Governor Yahaya Bello of Kogi and flag bearer of the APC, stated that as the chief security officer of the state, he had sworn to an oath to protect lives and property, stressing that all the reports that emanated from the state during the last general election were not the true reflection of what happened in the State.
The PDP candidate, Musa Wada, called on security agencies to look into certain allegations, like the one concerning a chief alleged to be training a private army in the state, adding that his ambition was not worth the blood of anybody, and that “if we are practicing democracy, there should not be no room for militarizing election in Kogi State.”
Thus as, the two major political parties continued to strategise and outwit each other, the race has also been reduced to a two -horse race in confluence State.
At the flag off of the APC campaign recently in Idah, Vice President Yemi Osinbajo and the National Chairman of the party, Adams Oshiomhole ignited the campaign for Bello’s reelection bid.
Osinbajo, who presented the APC flag to Bello, expressed optimism that he would emerge victorious in the election and appealed to the electorate to come out en masse to vote for Bello and his running mate, the Deputy Edward Onoja.
Oshiomhole, in his remarks, described Bello as a tested and trusted politician, who has performed excellently during his first tenure, adding that the party’s candidate has passion for the sustainable development of the state and would not disappoint the people.
Director General of the Campaign Council, Senator Smart Adeyemi said with the show of love from the eastern people, it was crystal clear that the party would garner nothing less than 70 per cent of the votes.
Also, During PDP’s campaign kick-off at the Confluence Stadium, Lokoja, Secondus said that the party was ready to recapture the state come November 16. He explained that the incoming PDP administration would move the state out of the wilderness.
He appeal also called on the people of Kogi West to vote massively for Senator Dino Melaye to return to the red chamber of National Assembly, adding that Melaye was an international man and must not be allowed to go into oblivion.
Governor Dickson, who spoke on behalf of seven governors of the party, called for peaceful election in Kogi State and stressed that election was not war. He also said Kogi under the incoming PDP administration would emancipate the people of the state.
Wada, on his part, pledged to put smiles on the faces of the people of the state if voted into office. He said he and his running mate, Samuel Bamidele Aro, would revive every segment of the economy in the state.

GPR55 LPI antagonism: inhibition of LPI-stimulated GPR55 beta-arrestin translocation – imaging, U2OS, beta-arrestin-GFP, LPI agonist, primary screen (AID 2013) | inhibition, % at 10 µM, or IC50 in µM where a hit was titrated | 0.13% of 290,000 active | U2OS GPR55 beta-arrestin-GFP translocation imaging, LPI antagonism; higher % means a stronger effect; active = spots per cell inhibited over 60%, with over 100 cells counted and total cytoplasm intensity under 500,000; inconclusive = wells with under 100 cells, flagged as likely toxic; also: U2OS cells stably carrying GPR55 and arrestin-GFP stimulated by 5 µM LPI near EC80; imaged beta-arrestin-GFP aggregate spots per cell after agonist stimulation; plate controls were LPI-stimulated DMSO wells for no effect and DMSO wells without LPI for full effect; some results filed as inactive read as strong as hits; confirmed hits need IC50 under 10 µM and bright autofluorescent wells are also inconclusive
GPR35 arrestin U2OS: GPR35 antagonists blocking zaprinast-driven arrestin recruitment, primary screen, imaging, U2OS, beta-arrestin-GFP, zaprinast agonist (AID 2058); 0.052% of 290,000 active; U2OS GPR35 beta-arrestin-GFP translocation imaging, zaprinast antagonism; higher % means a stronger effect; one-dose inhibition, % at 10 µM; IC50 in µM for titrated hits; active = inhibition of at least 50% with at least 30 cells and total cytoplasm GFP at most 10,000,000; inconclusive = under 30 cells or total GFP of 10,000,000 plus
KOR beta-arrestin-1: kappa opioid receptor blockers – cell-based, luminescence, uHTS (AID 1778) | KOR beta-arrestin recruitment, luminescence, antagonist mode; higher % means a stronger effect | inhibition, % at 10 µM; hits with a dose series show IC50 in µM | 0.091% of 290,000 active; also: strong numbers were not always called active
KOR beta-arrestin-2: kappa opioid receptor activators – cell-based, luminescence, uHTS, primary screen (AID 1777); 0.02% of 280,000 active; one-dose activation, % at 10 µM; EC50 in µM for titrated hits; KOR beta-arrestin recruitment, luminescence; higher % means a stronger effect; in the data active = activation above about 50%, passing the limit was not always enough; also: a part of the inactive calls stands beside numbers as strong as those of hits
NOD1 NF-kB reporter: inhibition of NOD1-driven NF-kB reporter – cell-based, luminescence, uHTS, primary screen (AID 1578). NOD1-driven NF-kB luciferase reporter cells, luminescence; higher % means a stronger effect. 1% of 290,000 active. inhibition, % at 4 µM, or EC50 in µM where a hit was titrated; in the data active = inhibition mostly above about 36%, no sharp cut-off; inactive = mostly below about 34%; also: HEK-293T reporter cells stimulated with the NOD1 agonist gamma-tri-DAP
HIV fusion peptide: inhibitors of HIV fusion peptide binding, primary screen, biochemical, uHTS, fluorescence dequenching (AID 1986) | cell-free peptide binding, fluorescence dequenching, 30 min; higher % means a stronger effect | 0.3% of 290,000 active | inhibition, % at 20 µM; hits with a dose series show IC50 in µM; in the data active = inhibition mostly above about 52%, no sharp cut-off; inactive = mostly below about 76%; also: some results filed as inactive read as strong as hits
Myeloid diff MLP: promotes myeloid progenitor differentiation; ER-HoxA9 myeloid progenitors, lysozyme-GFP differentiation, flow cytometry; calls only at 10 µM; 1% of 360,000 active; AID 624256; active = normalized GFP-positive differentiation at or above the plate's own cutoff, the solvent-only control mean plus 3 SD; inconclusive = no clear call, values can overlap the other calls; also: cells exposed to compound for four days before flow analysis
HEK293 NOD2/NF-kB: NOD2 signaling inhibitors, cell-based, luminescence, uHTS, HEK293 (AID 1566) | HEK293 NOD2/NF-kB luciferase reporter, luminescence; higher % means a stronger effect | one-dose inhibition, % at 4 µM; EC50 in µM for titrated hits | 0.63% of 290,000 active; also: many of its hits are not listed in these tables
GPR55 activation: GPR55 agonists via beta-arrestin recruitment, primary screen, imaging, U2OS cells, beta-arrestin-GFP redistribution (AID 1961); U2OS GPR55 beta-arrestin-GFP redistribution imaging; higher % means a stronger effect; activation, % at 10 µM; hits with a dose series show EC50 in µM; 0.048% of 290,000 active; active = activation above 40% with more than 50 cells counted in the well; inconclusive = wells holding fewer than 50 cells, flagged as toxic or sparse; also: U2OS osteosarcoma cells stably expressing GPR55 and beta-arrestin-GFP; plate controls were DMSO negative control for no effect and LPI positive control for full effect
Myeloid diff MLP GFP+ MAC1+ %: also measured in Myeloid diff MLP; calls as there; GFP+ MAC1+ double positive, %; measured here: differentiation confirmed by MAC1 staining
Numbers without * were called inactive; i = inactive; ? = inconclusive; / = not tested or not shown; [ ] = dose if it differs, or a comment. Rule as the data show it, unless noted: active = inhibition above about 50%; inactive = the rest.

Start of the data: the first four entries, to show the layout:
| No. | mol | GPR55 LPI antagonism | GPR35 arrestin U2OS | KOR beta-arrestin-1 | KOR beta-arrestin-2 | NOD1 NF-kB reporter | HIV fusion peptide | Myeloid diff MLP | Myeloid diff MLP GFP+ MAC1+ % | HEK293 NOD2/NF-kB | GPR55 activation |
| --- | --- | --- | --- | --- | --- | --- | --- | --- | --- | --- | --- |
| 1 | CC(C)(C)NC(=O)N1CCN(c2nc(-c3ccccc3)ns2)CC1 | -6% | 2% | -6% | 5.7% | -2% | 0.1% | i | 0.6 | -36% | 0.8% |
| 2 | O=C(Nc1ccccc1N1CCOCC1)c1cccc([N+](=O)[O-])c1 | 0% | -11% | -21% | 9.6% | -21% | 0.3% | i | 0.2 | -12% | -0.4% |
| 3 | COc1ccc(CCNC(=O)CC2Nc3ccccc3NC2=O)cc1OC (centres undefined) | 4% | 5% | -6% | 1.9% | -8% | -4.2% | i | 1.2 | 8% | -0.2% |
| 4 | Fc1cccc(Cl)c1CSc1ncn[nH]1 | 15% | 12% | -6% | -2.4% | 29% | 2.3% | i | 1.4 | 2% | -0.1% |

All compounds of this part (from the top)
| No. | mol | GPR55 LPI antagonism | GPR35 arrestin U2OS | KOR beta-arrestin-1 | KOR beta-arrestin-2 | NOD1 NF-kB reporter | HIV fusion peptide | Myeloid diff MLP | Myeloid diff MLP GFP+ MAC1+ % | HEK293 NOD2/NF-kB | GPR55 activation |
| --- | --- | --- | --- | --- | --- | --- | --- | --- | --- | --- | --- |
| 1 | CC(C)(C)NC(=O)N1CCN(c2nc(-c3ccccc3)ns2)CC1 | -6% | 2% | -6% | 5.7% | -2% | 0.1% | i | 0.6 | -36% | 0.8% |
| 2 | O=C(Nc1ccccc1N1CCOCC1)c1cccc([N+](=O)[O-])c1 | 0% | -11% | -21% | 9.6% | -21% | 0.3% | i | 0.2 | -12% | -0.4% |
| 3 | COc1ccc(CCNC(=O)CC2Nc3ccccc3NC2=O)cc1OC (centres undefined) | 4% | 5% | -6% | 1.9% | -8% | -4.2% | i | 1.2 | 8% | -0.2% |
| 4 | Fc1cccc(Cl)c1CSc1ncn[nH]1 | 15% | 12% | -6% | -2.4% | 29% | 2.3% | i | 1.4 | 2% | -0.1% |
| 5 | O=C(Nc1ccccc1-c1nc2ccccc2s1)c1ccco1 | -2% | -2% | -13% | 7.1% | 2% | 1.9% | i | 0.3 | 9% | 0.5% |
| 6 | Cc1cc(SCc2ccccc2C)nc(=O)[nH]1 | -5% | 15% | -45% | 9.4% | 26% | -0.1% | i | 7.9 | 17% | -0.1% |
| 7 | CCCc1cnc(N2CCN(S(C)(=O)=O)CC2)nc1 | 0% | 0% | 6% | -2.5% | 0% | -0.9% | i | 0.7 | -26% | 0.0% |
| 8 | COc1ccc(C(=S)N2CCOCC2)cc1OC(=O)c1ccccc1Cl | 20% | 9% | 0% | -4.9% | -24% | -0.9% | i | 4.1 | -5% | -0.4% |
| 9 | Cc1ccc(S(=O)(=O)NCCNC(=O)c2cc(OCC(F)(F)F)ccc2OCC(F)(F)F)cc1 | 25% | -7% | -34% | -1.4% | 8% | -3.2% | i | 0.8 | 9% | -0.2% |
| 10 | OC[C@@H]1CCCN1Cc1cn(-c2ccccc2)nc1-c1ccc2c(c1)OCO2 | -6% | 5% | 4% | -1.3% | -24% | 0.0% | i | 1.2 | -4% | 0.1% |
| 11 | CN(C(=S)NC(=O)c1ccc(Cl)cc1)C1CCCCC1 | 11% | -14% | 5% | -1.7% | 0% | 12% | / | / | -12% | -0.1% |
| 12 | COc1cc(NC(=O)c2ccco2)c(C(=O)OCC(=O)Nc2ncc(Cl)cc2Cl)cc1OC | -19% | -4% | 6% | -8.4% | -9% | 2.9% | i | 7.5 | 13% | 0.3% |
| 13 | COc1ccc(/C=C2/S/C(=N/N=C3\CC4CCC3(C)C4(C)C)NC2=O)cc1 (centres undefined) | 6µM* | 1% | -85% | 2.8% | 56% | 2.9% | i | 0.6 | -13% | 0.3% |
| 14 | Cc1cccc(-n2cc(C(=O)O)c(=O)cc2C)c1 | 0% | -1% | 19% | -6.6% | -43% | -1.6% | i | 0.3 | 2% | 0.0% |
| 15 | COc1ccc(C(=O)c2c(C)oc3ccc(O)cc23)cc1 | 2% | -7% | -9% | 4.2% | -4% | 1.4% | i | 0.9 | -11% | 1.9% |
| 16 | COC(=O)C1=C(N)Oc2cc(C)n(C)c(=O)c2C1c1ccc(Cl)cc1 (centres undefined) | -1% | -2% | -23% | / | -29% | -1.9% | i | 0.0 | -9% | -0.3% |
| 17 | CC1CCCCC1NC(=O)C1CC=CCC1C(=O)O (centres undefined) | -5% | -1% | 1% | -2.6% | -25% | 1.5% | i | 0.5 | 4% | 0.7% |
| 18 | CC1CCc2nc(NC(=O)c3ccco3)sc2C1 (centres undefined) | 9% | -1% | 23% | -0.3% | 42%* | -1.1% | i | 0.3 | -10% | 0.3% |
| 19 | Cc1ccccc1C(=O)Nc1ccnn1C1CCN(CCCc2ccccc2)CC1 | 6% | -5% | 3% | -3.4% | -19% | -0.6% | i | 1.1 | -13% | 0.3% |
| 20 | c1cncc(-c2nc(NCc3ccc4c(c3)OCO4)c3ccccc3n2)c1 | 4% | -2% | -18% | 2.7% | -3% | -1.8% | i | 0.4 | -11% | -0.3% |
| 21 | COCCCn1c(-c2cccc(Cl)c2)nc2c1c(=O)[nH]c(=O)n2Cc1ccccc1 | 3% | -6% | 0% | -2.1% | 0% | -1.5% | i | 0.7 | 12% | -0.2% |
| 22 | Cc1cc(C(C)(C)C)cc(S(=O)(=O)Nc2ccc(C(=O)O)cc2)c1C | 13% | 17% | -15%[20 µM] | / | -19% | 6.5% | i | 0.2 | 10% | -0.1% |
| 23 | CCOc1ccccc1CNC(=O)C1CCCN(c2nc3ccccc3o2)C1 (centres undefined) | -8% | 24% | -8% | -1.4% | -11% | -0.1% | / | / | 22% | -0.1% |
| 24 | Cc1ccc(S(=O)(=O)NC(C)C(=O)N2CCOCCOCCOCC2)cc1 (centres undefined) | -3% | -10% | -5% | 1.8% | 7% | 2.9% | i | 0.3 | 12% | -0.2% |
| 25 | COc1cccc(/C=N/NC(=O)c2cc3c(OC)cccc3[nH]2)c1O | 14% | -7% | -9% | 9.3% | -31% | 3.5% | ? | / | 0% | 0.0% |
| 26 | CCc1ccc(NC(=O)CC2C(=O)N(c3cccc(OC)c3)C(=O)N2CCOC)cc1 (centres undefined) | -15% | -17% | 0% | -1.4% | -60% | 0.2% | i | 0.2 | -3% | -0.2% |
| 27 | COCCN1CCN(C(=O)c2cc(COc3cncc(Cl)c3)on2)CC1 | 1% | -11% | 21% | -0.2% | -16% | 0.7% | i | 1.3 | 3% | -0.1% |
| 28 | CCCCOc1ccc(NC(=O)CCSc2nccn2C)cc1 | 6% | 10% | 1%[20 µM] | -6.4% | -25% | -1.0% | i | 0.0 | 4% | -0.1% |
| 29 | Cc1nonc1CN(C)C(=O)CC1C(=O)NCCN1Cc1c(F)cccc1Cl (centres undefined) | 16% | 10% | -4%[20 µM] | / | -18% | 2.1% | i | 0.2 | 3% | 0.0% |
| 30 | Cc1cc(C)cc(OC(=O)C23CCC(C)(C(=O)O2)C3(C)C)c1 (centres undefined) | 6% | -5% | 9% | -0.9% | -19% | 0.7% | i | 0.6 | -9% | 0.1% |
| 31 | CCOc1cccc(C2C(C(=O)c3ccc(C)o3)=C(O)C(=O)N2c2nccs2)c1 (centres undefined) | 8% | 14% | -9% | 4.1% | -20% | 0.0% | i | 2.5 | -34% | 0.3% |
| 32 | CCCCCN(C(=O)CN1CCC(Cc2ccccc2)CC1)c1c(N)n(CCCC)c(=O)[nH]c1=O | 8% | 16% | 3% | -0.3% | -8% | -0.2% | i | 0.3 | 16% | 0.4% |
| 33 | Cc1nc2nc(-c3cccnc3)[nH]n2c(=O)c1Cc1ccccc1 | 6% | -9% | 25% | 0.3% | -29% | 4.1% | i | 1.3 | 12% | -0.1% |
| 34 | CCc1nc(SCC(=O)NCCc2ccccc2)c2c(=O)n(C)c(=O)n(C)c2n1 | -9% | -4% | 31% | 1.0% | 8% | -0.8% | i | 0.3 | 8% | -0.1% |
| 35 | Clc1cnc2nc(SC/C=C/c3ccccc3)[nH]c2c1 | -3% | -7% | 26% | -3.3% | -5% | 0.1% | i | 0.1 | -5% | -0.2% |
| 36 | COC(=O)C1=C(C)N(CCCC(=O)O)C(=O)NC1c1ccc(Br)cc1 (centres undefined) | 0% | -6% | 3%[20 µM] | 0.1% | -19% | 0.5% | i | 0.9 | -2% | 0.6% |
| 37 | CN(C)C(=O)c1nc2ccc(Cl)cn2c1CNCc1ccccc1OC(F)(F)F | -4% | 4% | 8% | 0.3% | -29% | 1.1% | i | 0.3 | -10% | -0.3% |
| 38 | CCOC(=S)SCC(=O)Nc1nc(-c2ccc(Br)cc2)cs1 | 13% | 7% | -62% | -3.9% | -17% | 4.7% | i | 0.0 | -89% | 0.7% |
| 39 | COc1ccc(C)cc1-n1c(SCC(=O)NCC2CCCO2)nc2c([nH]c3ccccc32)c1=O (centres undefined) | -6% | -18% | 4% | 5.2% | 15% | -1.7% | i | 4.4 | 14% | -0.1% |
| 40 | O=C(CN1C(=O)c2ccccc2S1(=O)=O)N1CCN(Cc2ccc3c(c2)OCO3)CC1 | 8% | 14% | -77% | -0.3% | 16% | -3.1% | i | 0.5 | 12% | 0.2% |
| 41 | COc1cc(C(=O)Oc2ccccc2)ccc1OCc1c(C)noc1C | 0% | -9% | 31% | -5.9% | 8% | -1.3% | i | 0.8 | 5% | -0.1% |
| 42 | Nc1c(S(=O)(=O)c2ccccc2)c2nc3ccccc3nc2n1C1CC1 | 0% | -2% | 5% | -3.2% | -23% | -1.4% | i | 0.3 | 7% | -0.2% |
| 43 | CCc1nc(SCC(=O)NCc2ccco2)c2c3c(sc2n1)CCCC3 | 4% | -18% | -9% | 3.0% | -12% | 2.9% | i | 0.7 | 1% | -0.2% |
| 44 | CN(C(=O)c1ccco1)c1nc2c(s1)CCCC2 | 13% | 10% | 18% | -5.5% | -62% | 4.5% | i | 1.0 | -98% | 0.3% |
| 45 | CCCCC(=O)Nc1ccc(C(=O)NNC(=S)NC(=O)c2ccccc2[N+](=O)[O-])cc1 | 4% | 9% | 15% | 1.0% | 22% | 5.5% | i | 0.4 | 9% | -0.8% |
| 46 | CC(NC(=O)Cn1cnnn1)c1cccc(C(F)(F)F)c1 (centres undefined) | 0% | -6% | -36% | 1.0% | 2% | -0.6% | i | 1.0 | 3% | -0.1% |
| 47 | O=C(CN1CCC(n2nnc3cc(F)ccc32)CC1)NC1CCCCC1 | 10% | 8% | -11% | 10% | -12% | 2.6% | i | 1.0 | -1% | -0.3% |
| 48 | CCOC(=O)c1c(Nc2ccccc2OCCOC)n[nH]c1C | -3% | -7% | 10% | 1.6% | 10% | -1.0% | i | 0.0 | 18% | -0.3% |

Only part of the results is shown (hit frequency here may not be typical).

Former governor Idris Ichalla Wada, who was on campaign tour of Dekina local government area, urged the electorate in Kogi to come out to vote for Wada, while appealing to members of the PDP to work assiduously to ensure the victory.
But pundits, and civil society organisations have continued to express concerns over the possible break down of law and order before, during and after governorship election in the state, based on early warning signs observed since the commencement of campaigns, especially with respect to hate speeches and attacks on personality rather than issues.
A political scientist and social analyst, Folorunsho Babatunde Akolade, berated the ruling the two parties for not telling the electorate what they have achieved and what they intend to do to improve the standard of living of the common man in the state.
“Rather, what we observed was incitement, ethnic sentiments and threat to lives and property of ordinary citizens of the state.” Also, civil groups like the Search for Common Ground, Yiaga African and Conscience for Human Rights and Conflicts Resolution had observed that the utterances of the political actor and their supporters could instigate violence.
They lamented that using ethnic sentiments had already heightened tension and therefore called on security agents and the media to prevent the breaking of law and order in the confluence state.
Sadly, the two major ethic groups in the state the Igalas and the Ebiras are currently on each other’s nerves. But the coalition of umbrella Development Associations has called on leaders to discourage those using ethnic sentiment to score political points.
National Presidents of Ebira Peoples Association EPA, Mr. Adeiza Abdulrahman, Igala Cultural Association ICDA, Mr. Abubarka Sodiq and Okun Development Association ODA, Mr. Femi Mokikan, jointly addressed the newsmen in Lokoja, saying there was need to build bridges across the geographical divides of the state, using the instrumentality of associations.
The Coalition believed that the move was critical to promoting peace, unity and understanding without which development would remain a mirage.